Pay attention to the way areas of shadow interact with your subject and use it to your advantage.

3. Create a Focal Point

Shadows may help draw attention to areas of an image, but they also make excellent subjects themselves in abstract photography. Although we see shadows everyday, we don’t ordinarily encounter them as isolated artworks. And if we do observe an interesting shadow, it is often a fleeting experience.

Deliberately photographing a shadow speaks to the nature of photography and its ability to freeze a moment in time. The changeable nature of a shadow is familiar to the human eye, so a fixed shadow is intriguing, creating a point of interest that a viewer can easily seek out and appreciate.

A shadow with a strong outline and a recognisable shape connects with the experience of a viewer. On the other hand, a shadow with a less defined shape engages a viewer’s imagination and curiosity.

Try isolating a shadow using a bright white background, the result is quite striking abstract photography!

A black and white close up photograph of a fork with a strong shadow beneath. Combining light and shadow for abstract photography.

4. Create Mood With Shadows

In popular culture, shadowy alleyways or spooky shadow creatures are often used to create a sense of mystery or danger. This is because darkness acts as a veil between what our eyes can detect and what they cannot.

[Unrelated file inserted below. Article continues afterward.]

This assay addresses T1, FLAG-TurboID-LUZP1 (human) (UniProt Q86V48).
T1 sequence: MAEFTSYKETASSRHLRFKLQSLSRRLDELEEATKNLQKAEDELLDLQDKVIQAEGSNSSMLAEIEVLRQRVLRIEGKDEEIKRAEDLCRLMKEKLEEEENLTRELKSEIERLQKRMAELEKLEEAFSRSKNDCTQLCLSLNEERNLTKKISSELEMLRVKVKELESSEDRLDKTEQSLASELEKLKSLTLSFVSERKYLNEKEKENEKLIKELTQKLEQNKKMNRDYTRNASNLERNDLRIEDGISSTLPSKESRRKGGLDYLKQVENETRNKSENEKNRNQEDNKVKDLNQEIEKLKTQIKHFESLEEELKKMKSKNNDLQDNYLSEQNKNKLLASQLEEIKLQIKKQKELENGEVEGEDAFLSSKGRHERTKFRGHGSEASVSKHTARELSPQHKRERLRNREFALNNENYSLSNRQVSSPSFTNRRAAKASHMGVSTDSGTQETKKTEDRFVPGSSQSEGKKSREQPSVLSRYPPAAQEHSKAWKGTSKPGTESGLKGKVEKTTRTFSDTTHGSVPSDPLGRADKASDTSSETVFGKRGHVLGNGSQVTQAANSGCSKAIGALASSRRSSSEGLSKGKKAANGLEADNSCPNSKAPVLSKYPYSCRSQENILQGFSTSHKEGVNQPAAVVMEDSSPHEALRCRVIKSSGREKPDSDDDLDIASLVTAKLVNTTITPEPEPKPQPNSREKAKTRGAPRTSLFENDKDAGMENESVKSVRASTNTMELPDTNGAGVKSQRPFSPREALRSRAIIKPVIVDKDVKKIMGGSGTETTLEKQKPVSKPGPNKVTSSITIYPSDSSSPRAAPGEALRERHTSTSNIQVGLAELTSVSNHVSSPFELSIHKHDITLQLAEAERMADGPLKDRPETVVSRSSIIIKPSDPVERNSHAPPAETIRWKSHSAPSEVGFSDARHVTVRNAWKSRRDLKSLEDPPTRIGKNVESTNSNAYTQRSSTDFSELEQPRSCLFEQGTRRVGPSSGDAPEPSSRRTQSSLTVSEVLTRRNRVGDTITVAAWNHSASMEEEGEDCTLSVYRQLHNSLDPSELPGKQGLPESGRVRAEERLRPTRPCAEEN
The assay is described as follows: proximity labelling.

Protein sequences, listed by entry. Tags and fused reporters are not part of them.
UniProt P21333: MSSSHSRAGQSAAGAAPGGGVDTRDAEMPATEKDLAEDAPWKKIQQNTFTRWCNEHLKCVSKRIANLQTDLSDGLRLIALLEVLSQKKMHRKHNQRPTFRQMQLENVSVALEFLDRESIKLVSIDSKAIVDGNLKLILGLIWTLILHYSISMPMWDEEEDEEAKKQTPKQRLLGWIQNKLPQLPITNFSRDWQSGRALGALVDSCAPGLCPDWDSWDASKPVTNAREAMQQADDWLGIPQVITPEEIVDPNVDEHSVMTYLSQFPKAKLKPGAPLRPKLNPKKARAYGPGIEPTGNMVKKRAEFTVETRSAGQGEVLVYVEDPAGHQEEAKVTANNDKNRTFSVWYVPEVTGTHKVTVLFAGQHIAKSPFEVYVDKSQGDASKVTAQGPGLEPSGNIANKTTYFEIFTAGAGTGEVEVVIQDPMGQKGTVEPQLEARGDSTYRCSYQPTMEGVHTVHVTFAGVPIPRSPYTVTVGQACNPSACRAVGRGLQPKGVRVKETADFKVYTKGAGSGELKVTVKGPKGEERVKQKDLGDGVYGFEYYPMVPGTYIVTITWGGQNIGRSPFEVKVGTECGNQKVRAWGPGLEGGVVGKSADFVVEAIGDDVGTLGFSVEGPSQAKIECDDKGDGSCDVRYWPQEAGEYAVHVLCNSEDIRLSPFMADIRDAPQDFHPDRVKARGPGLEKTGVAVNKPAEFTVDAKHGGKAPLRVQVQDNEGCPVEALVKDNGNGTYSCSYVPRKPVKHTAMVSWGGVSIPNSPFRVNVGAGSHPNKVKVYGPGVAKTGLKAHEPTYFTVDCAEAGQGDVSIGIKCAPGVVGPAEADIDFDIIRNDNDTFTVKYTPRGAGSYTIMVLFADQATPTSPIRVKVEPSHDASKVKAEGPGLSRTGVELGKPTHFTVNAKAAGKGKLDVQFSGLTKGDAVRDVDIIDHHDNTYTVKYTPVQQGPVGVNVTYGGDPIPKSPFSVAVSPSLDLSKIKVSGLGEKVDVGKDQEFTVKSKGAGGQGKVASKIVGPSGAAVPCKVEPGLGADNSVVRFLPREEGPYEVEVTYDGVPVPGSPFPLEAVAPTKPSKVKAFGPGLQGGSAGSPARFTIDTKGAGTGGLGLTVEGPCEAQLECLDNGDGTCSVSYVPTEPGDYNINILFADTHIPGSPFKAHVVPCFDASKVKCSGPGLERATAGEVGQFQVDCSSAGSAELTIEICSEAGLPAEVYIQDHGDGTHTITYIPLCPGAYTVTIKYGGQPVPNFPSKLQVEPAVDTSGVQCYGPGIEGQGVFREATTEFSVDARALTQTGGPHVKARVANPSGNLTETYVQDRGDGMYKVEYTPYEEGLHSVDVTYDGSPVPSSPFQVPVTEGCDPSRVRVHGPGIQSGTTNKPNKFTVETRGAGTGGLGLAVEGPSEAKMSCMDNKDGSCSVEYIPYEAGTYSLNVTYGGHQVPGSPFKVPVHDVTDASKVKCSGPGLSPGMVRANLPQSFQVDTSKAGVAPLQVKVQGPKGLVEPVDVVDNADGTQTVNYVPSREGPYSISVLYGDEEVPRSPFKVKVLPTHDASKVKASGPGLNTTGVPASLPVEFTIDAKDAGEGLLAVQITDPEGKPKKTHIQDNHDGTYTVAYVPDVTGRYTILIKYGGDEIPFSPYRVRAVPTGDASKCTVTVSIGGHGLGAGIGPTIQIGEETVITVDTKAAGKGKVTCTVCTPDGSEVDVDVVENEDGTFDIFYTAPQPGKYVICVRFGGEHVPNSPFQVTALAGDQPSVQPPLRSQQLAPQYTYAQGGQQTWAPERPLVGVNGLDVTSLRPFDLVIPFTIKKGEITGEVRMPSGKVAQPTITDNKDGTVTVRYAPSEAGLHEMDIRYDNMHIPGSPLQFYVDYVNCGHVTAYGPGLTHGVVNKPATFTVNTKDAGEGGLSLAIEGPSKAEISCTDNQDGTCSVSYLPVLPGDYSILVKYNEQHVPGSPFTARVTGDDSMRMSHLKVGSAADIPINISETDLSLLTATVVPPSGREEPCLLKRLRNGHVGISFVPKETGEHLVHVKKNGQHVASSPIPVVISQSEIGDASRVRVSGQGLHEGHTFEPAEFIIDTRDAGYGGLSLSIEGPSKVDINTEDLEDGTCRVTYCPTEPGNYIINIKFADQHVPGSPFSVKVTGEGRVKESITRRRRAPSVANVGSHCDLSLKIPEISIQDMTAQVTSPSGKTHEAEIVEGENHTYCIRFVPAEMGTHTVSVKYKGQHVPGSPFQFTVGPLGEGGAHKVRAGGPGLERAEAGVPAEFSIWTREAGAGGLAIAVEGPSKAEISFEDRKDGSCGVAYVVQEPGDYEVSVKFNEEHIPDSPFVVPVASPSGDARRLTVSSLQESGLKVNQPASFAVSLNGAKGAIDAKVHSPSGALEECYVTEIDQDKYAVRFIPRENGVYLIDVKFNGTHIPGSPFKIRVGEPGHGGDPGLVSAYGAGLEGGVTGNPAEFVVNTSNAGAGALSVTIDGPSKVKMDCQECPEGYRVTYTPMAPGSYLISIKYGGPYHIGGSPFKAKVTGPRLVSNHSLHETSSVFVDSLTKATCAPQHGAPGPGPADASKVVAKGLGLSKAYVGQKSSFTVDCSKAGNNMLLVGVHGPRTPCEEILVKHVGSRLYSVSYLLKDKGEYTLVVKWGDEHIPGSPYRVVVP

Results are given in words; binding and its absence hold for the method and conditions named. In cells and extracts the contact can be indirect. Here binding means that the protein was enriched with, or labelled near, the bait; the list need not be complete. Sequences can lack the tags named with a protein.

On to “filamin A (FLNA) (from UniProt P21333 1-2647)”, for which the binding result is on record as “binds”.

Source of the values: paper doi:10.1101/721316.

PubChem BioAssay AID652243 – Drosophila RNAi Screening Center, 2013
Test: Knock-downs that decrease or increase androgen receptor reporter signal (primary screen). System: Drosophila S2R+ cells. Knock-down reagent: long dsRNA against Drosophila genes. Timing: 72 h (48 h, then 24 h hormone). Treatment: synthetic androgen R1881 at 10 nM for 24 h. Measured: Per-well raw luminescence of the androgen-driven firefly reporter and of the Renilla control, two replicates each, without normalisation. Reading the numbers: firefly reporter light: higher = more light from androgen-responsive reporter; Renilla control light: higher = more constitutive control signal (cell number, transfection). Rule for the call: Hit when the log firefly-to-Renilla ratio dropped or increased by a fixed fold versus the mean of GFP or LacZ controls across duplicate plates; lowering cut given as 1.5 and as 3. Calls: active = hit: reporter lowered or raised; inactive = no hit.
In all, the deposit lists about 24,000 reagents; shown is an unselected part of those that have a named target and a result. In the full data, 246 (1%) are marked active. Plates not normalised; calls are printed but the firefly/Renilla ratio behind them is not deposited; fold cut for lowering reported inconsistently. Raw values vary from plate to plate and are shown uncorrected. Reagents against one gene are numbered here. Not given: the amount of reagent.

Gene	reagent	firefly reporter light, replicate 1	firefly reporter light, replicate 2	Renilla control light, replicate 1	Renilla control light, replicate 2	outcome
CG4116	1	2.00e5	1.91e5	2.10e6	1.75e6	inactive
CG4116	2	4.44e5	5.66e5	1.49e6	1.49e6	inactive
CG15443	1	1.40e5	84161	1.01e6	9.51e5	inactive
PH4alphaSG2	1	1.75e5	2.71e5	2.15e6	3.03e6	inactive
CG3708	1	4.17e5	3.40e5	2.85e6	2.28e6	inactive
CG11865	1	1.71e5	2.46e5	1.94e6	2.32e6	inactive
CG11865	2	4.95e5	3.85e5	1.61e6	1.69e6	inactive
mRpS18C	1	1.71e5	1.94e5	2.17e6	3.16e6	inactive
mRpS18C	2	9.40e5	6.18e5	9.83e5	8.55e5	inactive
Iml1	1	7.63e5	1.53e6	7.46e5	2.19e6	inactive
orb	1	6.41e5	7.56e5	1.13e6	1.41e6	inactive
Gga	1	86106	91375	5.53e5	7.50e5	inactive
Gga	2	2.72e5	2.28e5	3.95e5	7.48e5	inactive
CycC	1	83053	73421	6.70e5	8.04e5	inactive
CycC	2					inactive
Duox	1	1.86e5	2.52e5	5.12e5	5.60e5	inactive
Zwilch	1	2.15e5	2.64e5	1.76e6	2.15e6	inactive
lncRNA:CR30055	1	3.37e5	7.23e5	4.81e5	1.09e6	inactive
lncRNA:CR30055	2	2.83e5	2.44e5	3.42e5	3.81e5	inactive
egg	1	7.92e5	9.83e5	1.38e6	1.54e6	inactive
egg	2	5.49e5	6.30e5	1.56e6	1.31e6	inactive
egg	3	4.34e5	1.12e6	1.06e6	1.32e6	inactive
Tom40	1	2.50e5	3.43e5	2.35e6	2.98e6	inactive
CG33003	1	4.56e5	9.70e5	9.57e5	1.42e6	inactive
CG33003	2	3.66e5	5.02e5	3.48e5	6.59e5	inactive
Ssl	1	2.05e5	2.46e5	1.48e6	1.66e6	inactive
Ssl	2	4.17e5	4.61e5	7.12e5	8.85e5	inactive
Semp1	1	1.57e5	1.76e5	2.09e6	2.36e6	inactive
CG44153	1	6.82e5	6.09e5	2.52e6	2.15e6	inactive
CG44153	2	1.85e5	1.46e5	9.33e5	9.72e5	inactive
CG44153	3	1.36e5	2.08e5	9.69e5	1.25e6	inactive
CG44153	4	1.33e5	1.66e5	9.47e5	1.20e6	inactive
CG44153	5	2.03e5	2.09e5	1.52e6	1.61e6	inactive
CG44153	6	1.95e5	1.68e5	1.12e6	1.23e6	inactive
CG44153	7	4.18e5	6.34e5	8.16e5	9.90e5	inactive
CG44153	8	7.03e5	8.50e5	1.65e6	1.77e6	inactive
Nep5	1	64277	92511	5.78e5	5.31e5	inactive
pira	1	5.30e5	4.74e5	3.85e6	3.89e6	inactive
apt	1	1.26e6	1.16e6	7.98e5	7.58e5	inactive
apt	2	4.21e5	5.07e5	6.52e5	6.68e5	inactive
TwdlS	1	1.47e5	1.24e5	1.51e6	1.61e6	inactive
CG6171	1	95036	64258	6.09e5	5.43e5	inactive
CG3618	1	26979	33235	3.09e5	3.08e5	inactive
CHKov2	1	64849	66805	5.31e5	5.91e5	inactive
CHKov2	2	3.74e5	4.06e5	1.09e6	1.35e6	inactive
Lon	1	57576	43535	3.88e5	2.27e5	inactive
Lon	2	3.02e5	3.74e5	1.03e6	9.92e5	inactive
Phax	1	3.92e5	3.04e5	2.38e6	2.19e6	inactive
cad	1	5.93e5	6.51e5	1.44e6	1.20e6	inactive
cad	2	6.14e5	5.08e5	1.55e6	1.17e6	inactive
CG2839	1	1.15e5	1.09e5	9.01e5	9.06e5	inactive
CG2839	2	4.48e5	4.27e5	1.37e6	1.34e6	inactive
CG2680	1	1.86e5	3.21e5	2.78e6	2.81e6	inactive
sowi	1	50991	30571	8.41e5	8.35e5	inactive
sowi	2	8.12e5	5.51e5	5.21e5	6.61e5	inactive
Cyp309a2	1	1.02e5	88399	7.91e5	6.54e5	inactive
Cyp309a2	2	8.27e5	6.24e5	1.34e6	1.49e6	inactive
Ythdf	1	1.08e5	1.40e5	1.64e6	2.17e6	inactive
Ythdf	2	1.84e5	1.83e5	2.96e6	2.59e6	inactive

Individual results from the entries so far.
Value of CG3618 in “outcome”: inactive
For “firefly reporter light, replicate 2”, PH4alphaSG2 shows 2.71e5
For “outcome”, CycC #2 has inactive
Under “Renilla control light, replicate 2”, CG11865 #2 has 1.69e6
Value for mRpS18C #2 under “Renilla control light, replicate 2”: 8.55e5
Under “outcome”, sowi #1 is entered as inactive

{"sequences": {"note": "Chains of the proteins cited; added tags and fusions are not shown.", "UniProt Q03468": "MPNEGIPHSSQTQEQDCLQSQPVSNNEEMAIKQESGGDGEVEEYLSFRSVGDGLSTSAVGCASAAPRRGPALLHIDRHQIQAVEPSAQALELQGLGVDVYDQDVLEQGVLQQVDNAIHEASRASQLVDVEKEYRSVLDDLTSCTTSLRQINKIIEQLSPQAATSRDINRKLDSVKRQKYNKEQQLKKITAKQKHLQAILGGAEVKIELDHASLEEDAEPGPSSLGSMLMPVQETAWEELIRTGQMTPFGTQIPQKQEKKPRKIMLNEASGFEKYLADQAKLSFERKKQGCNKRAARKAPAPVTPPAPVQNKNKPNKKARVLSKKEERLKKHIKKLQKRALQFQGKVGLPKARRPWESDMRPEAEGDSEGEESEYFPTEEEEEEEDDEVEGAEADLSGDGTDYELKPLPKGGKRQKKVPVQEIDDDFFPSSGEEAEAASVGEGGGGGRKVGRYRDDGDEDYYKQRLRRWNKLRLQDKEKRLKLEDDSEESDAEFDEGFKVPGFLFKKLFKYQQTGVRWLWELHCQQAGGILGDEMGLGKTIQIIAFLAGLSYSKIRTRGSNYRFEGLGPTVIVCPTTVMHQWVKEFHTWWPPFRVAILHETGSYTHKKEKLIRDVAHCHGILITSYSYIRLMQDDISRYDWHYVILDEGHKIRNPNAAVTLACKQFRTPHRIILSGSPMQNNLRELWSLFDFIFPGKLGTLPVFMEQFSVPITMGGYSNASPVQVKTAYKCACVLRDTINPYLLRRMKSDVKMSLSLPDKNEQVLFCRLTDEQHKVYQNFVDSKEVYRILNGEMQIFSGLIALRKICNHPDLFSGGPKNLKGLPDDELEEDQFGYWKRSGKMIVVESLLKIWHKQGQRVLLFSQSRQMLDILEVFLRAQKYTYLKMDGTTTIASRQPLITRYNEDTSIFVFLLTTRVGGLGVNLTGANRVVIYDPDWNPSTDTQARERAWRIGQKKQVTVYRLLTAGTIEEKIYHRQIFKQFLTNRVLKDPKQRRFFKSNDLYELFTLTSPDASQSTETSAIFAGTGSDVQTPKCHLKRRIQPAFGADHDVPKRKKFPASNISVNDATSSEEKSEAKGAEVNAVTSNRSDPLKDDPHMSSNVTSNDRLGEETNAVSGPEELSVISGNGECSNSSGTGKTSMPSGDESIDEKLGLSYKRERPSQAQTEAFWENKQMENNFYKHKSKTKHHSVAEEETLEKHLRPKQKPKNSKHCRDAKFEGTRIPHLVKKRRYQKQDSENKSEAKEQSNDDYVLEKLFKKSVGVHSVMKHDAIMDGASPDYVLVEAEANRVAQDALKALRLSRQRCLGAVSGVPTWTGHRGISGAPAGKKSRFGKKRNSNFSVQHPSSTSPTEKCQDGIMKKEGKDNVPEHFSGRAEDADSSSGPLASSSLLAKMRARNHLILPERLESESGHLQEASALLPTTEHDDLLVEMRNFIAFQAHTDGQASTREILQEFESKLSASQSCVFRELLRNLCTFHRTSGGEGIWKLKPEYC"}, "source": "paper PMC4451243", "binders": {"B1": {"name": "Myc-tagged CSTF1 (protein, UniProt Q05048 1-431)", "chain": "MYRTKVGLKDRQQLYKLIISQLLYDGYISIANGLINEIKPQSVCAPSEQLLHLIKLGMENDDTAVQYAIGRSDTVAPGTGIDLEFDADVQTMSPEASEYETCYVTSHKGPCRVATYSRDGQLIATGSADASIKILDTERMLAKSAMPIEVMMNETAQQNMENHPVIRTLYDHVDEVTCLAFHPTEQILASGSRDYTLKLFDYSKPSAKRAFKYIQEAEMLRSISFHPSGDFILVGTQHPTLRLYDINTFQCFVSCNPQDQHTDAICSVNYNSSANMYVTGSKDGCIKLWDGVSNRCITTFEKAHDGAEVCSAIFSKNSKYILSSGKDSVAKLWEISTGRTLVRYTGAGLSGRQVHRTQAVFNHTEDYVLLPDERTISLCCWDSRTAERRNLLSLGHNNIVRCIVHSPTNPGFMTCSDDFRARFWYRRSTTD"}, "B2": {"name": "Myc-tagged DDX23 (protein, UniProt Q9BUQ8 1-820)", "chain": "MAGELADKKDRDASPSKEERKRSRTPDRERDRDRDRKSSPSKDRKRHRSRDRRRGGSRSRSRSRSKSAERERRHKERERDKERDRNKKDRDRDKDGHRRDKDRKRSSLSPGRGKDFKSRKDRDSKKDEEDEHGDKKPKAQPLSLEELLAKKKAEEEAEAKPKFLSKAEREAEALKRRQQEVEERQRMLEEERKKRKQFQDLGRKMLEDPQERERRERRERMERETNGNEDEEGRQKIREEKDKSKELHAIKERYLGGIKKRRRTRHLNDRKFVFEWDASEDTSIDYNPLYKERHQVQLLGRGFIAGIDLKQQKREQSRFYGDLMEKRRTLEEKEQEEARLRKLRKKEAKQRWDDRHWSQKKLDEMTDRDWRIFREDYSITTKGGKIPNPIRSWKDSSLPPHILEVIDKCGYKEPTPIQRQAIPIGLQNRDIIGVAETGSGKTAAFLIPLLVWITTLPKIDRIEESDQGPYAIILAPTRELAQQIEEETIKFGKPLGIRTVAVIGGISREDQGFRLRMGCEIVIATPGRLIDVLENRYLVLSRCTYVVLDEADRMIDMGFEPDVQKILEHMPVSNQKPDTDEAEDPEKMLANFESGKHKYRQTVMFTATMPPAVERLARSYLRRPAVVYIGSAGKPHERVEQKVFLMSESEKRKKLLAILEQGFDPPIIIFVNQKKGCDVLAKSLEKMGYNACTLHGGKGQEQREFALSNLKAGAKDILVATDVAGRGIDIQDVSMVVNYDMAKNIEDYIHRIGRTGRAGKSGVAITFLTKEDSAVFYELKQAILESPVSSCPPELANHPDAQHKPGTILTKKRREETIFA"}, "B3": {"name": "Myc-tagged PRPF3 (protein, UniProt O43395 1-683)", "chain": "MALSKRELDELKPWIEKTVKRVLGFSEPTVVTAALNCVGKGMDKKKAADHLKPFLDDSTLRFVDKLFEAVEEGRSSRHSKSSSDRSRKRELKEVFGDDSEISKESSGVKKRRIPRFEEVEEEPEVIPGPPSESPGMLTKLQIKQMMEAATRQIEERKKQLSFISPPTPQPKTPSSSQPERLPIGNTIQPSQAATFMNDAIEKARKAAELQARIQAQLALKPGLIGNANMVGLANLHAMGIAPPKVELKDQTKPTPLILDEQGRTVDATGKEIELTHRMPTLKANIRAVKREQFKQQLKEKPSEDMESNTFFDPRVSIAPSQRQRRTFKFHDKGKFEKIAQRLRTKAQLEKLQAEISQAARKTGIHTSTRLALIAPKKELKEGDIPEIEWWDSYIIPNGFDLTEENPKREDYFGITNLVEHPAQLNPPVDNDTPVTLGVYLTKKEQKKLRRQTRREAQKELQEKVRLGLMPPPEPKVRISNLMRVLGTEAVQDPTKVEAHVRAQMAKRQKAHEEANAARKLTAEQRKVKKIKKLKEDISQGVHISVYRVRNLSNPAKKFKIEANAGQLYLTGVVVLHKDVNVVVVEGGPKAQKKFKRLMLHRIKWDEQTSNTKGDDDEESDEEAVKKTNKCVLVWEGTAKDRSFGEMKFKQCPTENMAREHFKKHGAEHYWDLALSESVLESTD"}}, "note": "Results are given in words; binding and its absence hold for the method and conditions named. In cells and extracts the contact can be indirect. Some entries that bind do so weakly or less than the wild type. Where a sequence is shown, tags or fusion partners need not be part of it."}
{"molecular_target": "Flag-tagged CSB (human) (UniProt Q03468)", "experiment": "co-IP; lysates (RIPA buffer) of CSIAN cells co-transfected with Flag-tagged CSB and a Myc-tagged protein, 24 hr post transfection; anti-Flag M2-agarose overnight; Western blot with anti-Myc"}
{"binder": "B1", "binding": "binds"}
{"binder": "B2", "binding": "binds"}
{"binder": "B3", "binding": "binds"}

The associations people make between shadows and the unknown can be a useful tool for crafting atmosphere in a photograph. While light illuminates a scene or creates a feeling of lightness and cheer, darkness creates a sense of weight and drama.

Incorporating shadow into an image represents what the eye can’t see. It lends a density to an image that can’t otherwise be illustrated. Appealing to a viewers’ natural associations engages them and invites them in for a closer look at your abstract photography.

Next time you’re out shooting abstract photography, take the time to consider the emotions conveyed by a shadow’s shape and tone. You’ll find that shadows are a really useful tool to add extra atmosphere to your photography.

5. Reveal texture

Abstract photography has many layers to it. Even as a flat medium, there are many ways to add depth to a photograph. Incorporating texture into a photograph appeals to our sense of touch which stimulates our mind into ‘feeling’ an image.

We naturally associate things we see with how they feel in real life. This means that soft, fluffy subjects take on a gentler dynamic and spiky or rough textures ‘feel’ more abrasive when viewed.

Look around you, it’s amazing how our minds build an impression without our skin even making contact with a subject.

This ability to form impressions in our mind allows us to convey a great deal of information to a viewer quickly. Shadows help emphasise this information by reinforcing the material qualities of a subject.

The softness of a feather for example can be enhanced by the organic quality of the shadows that correspond with it. Juxtaposing roughness with soft shadows creates a full gamut of texture, each reinforcing the other.

Try adding a new layer of realism to your abstract photography by using shadows to reinforce the texture in an image.